Tafina Wilson chuckled when she recalled the first time her mother, reggae vocalist Pam Hall, realised that she knew the lyrics to all her music.
“I was 15 years old when I told her I wanted to do backing vocals for her. It was for Reggae Sumfest in 2006, and even though sceptical of how well I knew her music, she invited me to rehearse,” Tafina said of the moment.
Adolfo Henrique Ledo Nass
She added, “There I am, singing the harmonies as if it is nothing, then I started guiding the other backup singers, and my mother stops in awe. It was then that she saw the depth at which I knew the material word for word.”
Tafina, who spoke highly of her mother, said, “She is my number one inspiration, and every moment with her was a natural learning session in developing my vocal skills. My mother made sure that all kinds of genres, from classical and jazz to reggae, ska and even rock, were played in the house, and an environment was created in a way that it wasn’t forced on or for me to feel pressured.”
Still, Tafina’s commitment to music would not have been possible without the input of both her parents, including her father, Errol, who happens to be Hall’s manager and producer. “If anyone introduced and made me learn Pam Hall’s catalogue of music, it was my father. I don’t know if he did it on purpose, but he is credited for me knowing the music – from intro to the choruses and harmonies,” she explained.
She said that growing up, there were moments when she felt lost, but with so many “blueprints” of what music professionals had done before her, she was able to gradually learn and become inspired to take on the challenges ahead. She said, “It would be inaccurate for me to say I always knew recording music would be part of my career goals, but I was born in the musical sphere. In my house, it was so normal, I didn’t think of it as, ‘oh, I am going to be a singer.’”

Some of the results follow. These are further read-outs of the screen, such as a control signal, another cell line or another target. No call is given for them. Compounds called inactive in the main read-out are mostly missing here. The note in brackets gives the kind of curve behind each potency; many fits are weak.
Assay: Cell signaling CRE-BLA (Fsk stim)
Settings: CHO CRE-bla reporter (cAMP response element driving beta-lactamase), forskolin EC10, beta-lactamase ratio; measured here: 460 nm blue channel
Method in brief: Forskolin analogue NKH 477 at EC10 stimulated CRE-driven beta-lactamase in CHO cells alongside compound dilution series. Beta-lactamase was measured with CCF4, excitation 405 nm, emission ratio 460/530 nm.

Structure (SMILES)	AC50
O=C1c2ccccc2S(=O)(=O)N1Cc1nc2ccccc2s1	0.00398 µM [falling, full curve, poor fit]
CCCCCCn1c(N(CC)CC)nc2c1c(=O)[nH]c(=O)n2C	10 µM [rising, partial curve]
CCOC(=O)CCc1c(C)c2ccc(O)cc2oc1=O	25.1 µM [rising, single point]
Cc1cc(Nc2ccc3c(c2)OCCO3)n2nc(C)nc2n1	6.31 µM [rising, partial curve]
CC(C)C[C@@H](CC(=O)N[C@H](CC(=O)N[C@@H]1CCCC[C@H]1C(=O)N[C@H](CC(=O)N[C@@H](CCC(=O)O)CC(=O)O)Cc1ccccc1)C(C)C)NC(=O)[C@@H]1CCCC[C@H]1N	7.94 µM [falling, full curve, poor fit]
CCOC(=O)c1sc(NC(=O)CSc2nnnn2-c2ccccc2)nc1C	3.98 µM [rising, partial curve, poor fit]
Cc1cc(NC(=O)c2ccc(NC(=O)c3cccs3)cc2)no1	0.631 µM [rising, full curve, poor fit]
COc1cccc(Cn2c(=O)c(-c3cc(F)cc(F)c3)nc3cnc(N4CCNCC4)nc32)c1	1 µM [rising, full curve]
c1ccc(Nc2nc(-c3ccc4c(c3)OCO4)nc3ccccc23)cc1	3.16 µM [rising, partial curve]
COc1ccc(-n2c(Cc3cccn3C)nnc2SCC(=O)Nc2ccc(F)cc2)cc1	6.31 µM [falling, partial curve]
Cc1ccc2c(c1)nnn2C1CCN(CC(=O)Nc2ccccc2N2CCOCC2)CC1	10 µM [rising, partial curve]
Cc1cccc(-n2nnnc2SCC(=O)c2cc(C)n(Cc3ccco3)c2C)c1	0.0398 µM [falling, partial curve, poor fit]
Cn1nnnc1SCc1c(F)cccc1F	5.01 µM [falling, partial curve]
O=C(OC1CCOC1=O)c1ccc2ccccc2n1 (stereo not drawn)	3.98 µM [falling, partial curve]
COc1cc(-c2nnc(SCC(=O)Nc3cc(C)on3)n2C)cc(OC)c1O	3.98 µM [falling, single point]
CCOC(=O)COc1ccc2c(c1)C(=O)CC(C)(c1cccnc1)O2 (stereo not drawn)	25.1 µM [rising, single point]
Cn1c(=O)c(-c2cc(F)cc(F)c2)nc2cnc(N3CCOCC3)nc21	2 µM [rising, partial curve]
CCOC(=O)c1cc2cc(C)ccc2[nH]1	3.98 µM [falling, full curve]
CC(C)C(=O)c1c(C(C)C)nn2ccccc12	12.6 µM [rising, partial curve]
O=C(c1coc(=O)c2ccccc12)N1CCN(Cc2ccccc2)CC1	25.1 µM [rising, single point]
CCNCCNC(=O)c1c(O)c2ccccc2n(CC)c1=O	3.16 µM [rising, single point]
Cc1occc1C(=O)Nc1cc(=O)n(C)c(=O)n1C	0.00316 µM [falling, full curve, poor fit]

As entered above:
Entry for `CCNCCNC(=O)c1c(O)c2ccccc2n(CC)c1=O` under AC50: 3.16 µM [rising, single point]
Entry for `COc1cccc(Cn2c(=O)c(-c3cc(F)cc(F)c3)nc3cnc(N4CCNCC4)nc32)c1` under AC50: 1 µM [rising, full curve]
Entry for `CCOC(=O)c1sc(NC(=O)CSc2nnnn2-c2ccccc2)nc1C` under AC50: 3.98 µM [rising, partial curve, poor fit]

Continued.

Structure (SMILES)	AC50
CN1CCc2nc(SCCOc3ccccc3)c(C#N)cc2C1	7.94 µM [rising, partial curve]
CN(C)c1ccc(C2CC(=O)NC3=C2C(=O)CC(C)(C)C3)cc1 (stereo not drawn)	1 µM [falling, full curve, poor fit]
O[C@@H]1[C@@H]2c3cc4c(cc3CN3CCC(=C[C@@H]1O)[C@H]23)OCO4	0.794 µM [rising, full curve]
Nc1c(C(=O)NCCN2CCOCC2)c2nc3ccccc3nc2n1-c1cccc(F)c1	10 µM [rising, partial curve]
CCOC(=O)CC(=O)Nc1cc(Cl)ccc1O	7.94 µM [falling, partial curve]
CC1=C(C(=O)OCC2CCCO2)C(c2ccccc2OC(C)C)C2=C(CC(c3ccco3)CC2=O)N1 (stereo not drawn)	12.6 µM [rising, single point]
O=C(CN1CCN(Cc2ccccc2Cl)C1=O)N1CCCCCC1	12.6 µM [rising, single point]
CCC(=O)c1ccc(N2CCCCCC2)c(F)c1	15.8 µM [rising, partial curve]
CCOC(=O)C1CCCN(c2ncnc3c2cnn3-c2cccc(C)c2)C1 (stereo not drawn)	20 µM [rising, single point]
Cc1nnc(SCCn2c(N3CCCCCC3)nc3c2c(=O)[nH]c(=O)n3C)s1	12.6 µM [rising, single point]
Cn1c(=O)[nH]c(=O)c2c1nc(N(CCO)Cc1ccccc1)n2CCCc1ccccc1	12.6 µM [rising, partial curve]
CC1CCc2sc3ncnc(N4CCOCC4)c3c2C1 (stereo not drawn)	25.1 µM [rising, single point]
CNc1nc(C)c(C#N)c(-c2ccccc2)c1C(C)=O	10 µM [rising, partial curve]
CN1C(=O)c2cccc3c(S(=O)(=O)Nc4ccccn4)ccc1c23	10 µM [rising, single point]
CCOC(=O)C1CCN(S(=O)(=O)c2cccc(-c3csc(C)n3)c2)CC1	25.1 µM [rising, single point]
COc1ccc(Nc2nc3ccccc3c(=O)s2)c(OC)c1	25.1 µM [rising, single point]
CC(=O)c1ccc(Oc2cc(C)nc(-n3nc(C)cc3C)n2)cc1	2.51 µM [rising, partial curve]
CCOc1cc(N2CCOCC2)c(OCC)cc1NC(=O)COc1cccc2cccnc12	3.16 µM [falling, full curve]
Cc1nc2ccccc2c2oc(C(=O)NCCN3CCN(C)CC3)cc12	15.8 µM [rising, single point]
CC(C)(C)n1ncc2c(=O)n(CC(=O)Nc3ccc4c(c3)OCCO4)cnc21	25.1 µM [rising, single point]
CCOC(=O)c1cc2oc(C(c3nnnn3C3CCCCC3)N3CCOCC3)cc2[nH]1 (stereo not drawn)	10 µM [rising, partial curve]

Influenced by many other recording artistes and musicians including J.C. Lodge, Boris Gardiner, Marcia Griffiths, Sly Dunbar and Nadine Sutherland (with whom she has also performed on stage), Tafina said her solo career is a well-calculated decision.
As a child, she worked alongside J.C. Lodge in the ‘Sing N’ Learn Educational Music for Children’ programme that often aired on Television Jamaica. And after singing backup for over a decade, Tafina jumped on a track (at the time going by the name ‘Savone’) with long-time friend, recording artiste Blizzi, who happens to be the grandson of Grammy Award-winning Toots Hibbert. The single Good Time did not receive the anticipated number of views on YouTube, but for her, it was a great introduction to recording and promoting new music.
“I have decided that I want people to get to know the real Taf, and my name is a unique start. During that time, I was asked so many times why I had not put out original music, but I just wasn’t ready to step into the spotlight. The time has arrived to do so. It is now do or die,” she shared.
Her solo debut single, Tek Weh Miself, was made available on Amazon, iTunes and Spotify earlier this month. The entire project was completed through the combined efforts of her parents, pianist Robbie Lyn, and guitarist Dwight Pinkney, with her vocals produced and mixed by Douglas Flanigan and Lynford ‘Fatta’ Marshall, respectively.
Adolfo Ledo Nass
The umbrella sound of Tek Weh Miself is reggae with elements of dancehall, but the ad libs are resonant of an R&B track.
“I don’t describe myself simply as an artiste but a musical melting pot because I am influenced by a multitude of musicians and genres. So when people hear more music from me, it will be a fusion from a genuine place created on my own path.”
In a haunting echo of her mother’s advice to her, she concluded, “I am not in any rush. But at the same time, I believe in balance, and a little pressure is needed to help with growth.”